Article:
Apologist? How can I be an "apologist" for them when I haven't read their books yet (and from what you said, neither have you)? The term you're looking for is "unbiased" as I believe your claims are somewhat biased and lacking in substance. You keep suggesting there is evidence of foul play, but I have yet to see it. Ambiguous mentions of "other scholars" but you don't drop any names, details or links to material which actively discredits anyone. All we get are vague references to past demerits. If you were writing an article about their misdeeds it would tagged as "lacking references" or quickly deleted. Perhaps you should step up your game and start producing hard facts, because until I see anything substantial I'm going to remain in opposition to "banning" any author. As I said, I'm not biased, I don't act based on my feelings, because I don't have any – there is simply no evidence being presented that any of the 31 references from the two historians in this acticle, or any other article on Wiki, are inaccurate. Please, feel free to challenge the validity of the 31 citations... I'm happy to consider any objections you have on a case-by-case basis, but sweeping generalisations really don't cut it. You can't pull accusations out of the air or from forums archived a decade ago and expect people to jump on the bandwagon. They might do that on some Napoleonic Society sites, but this is Wikipedia, we don't have closed-gate communities, we collaborate. Collaboration means presenting facts and figures to prove something, not acting on rhetotic and speculation. There is no "zest" on my part, I did not start this campaign to remove them from Wikipedia willy-nilly, you did. I simply oppose it with very good reason: you haven't supported your demand/request with anything that actual proves they behaved inappropriately enough to discount them as completely unreliable sources. Don't take it personally, I simply do not believe you present a strong enough argument. Yet I remain open to considering anything you find, but so far it has mostly been irrelevant; court cases dealing with personal disputes and papers debunking their revisionist theories do not amount to "discrediting" them or their entire works. You need to show something that says in black and white how they knowingly falsifed evidence, and even then it might only mean one of their books is unreliable, not everything they wrote. If certain "scholars" have actually proved their "unscrupulous activities", as you maintain, where has this been documented with evidence so that it can be reviewed? — Marcus(talk) 10:07, 24 June 2017 (UTC)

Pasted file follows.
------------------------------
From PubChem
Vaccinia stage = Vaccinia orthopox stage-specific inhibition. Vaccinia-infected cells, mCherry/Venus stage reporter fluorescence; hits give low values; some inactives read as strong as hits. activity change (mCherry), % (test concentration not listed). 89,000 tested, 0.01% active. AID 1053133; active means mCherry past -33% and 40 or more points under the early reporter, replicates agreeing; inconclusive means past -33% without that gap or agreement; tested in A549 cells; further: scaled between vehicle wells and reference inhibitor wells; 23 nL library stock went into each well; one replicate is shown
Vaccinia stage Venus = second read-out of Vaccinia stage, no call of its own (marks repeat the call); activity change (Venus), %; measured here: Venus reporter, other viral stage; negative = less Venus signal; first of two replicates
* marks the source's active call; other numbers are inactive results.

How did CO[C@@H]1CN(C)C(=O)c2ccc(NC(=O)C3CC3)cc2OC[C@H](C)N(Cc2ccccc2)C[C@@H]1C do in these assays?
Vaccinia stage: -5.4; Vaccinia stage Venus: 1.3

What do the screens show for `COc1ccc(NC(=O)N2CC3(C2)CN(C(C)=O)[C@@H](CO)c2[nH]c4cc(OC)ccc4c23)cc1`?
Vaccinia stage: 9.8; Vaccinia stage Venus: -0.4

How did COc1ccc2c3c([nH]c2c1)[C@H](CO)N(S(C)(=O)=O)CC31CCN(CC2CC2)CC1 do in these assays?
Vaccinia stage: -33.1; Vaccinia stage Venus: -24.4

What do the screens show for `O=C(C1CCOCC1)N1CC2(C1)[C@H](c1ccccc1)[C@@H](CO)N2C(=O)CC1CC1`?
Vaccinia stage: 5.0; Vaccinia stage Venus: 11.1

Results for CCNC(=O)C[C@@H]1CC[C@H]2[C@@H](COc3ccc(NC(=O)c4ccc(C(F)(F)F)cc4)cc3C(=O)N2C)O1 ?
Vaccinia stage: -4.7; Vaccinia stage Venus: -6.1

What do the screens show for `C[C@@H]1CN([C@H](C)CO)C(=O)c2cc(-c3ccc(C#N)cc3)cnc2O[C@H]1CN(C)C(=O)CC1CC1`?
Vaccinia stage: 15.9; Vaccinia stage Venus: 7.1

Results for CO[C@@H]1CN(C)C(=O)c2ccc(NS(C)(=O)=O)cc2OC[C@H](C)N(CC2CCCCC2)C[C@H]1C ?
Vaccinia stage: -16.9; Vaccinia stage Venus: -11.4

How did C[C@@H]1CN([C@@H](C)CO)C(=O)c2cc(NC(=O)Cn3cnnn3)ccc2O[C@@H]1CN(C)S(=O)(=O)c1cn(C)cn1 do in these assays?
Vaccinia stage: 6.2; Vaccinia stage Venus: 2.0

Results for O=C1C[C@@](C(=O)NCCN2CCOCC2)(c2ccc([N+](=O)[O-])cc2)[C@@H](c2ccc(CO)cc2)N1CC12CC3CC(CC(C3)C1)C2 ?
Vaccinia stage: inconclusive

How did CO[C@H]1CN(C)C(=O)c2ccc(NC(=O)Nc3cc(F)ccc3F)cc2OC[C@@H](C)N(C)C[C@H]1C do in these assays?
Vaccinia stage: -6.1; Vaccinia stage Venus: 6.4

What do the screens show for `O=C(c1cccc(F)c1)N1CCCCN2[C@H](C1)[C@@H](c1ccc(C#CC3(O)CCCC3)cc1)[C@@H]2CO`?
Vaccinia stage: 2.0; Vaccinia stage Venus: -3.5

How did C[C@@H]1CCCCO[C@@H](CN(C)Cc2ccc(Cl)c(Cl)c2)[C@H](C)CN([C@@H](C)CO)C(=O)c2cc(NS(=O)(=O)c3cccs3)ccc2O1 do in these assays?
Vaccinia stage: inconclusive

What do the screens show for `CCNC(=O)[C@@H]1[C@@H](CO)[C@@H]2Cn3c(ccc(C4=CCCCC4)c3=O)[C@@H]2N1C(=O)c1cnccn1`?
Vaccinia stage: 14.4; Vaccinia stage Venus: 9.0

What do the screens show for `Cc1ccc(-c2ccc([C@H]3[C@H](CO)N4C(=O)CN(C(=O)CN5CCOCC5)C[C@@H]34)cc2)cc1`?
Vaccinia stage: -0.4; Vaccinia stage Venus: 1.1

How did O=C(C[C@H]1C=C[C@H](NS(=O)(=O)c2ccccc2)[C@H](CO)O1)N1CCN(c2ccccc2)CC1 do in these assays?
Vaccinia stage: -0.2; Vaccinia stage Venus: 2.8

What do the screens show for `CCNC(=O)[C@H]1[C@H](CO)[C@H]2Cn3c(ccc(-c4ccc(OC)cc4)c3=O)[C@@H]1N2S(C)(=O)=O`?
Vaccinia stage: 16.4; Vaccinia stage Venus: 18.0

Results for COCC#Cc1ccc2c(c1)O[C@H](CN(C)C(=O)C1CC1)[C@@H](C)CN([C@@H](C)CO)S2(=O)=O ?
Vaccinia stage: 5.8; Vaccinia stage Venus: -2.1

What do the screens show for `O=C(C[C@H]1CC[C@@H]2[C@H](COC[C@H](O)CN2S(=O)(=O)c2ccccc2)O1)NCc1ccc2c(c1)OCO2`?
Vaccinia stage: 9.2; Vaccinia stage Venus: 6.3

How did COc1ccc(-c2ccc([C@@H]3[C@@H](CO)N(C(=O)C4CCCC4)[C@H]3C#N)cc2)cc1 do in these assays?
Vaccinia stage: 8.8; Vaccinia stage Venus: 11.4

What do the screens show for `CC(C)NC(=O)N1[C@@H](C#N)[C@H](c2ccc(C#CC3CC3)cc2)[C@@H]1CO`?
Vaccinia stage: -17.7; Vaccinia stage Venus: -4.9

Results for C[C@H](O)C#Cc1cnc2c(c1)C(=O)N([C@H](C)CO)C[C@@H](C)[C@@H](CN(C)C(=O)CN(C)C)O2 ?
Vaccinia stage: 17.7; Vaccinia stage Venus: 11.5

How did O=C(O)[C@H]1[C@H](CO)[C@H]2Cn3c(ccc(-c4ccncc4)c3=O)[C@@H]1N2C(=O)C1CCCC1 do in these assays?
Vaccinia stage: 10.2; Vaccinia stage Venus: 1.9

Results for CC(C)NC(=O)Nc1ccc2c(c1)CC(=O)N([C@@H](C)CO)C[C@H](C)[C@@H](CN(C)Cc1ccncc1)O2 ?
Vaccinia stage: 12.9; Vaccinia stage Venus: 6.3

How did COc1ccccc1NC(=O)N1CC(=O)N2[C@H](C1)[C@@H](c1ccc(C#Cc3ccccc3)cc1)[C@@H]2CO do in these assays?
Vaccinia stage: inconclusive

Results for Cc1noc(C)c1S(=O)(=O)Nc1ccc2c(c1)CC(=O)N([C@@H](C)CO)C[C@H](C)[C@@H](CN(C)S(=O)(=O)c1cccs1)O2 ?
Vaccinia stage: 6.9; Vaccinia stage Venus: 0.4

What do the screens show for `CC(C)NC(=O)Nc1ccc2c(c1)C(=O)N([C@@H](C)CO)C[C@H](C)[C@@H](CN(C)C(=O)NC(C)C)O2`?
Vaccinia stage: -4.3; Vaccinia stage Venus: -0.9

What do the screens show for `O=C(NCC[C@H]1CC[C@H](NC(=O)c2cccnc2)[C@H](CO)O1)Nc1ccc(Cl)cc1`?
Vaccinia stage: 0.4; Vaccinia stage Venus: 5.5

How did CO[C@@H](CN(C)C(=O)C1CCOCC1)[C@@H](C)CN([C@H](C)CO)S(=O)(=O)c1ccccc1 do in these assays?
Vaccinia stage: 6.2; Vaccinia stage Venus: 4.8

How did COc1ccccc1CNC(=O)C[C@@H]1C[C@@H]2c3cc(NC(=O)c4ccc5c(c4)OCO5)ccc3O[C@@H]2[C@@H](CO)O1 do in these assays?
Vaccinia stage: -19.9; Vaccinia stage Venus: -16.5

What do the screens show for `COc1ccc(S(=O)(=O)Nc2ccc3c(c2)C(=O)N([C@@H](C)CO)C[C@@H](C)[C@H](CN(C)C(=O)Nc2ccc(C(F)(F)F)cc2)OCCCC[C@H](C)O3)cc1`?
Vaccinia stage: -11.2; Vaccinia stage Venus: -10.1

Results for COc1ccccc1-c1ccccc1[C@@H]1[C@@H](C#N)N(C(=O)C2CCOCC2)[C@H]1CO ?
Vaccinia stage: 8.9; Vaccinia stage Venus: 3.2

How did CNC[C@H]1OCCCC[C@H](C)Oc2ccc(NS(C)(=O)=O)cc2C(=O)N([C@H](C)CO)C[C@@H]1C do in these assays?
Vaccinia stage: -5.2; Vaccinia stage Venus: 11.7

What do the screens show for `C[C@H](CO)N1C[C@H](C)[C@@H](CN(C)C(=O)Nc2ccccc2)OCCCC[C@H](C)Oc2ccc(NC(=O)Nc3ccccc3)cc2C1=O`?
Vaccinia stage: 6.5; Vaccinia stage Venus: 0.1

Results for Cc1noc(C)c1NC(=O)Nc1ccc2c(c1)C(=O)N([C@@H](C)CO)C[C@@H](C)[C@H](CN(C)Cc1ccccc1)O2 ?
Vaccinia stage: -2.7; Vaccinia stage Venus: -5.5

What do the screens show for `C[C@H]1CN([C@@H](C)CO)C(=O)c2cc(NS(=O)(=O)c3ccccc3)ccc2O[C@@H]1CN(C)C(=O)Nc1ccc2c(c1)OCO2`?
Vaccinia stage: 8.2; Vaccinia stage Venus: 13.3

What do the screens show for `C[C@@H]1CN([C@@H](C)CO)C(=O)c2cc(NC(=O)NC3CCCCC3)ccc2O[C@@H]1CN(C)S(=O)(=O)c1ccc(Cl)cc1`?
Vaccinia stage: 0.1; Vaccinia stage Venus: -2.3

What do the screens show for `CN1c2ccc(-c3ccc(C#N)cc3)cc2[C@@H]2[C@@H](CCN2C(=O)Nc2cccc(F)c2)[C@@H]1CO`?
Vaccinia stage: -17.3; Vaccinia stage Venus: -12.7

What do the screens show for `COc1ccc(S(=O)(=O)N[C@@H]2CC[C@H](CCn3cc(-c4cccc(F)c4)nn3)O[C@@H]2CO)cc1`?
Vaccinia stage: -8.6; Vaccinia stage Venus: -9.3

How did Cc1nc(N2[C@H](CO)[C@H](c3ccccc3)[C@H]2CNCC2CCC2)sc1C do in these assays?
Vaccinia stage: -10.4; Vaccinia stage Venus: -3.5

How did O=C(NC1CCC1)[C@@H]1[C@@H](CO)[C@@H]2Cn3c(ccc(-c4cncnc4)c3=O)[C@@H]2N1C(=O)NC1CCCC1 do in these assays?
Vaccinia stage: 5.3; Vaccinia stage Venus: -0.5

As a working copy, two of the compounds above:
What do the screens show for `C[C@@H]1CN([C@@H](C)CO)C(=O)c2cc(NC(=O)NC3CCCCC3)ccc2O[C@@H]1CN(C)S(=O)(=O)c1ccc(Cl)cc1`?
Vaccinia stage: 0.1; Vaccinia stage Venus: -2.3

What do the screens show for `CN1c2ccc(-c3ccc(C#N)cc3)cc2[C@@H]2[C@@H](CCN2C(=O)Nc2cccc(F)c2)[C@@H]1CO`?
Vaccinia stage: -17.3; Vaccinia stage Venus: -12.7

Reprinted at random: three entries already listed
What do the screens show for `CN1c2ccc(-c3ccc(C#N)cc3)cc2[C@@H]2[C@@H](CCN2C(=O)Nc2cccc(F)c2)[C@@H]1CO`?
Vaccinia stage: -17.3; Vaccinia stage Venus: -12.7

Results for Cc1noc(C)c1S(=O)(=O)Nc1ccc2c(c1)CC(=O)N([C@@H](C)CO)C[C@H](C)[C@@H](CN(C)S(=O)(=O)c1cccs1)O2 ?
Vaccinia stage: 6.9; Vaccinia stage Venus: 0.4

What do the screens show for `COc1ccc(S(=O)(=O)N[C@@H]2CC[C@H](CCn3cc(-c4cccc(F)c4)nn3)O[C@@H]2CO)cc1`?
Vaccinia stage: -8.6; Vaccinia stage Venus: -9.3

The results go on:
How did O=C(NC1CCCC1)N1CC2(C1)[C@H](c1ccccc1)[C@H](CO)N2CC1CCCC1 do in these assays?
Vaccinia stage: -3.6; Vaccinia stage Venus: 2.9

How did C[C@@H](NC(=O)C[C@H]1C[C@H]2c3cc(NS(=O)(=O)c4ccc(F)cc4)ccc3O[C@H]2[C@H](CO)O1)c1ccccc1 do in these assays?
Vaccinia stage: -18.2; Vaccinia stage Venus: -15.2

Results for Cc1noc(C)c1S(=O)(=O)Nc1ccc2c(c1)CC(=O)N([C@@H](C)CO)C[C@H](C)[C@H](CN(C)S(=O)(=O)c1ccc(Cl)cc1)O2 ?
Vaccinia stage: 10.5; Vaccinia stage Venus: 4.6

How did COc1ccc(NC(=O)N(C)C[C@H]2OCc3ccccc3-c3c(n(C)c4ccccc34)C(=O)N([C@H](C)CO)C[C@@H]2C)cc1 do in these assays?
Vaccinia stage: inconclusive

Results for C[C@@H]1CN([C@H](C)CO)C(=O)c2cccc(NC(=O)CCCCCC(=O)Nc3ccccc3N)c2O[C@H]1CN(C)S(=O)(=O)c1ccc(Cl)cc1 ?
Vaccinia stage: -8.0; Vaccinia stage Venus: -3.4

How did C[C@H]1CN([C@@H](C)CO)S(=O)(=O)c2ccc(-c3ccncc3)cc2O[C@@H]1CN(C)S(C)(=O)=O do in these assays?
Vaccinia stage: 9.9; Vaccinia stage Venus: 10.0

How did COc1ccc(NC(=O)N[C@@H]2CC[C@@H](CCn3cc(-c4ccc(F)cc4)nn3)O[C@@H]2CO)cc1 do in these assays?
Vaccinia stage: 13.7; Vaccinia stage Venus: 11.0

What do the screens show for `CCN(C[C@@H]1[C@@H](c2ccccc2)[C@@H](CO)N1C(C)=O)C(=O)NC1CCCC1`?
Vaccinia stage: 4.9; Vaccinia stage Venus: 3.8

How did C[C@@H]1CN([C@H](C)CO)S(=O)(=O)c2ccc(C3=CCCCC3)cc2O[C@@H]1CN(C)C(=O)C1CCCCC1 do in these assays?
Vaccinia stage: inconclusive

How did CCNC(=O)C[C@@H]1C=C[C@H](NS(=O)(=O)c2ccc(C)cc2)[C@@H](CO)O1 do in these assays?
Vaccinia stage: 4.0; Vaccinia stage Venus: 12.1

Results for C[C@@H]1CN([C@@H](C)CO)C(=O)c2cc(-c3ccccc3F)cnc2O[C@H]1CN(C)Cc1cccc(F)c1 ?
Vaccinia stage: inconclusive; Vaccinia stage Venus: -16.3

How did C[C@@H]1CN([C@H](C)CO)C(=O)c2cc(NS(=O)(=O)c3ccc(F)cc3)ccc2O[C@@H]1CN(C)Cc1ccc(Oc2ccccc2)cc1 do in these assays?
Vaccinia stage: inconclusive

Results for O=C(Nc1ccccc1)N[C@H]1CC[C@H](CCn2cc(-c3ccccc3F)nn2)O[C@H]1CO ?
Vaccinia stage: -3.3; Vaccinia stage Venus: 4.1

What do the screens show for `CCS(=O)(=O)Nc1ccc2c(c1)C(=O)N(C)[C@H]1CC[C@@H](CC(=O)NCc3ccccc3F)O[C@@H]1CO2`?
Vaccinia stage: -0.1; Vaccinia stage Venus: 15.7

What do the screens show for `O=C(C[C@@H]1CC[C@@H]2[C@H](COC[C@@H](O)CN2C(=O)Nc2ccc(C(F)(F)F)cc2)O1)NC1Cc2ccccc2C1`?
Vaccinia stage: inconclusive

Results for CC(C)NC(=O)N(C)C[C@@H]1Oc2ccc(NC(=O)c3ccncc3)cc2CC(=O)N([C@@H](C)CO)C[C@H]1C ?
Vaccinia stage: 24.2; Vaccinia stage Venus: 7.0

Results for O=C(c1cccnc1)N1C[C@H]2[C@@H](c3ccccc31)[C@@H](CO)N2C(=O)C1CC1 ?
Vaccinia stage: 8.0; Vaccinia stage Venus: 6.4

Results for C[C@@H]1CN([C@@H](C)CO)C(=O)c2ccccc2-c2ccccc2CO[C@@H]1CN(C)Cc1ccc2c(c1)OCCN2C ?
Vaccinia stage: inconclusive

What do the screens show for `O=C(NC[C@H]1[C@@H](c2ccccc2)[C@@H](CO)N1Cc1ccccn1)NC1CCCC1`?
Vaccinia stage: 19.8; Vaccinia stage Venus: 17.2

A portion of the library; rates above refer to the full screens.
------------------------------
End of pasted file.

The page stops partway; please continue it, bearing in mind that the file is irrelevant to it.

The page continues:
This is not a court of law. It is supposed to be an encyclopaedia, and an encyclopaedia that overtly relies on trustworthy secondary sources. The untrustworthiness of authors does not require courtroom levels of proof in order for their work to be rendered unsuitable in the context of an encyclopaedia. The opinion of other scholars, expressed in published articles and in recorded public conversations, is quite sufficient to cast enough doubt on the accuracy of their work to make them inadmissible, or at the very least inadmissible without external corroboration, as support for assertions within Wikipedia articles. As editors, we are obliged to follow Hippocrates' dictum and "Do no harm"; I think that there is, and please read all the articles I have quoted and read all the online conversations available, quite sufficient evidence that the inclusion of unsupported assertions based on the writings of either man may do harm. Urselius (talk) 11:08, 24 June 2017 (UTC)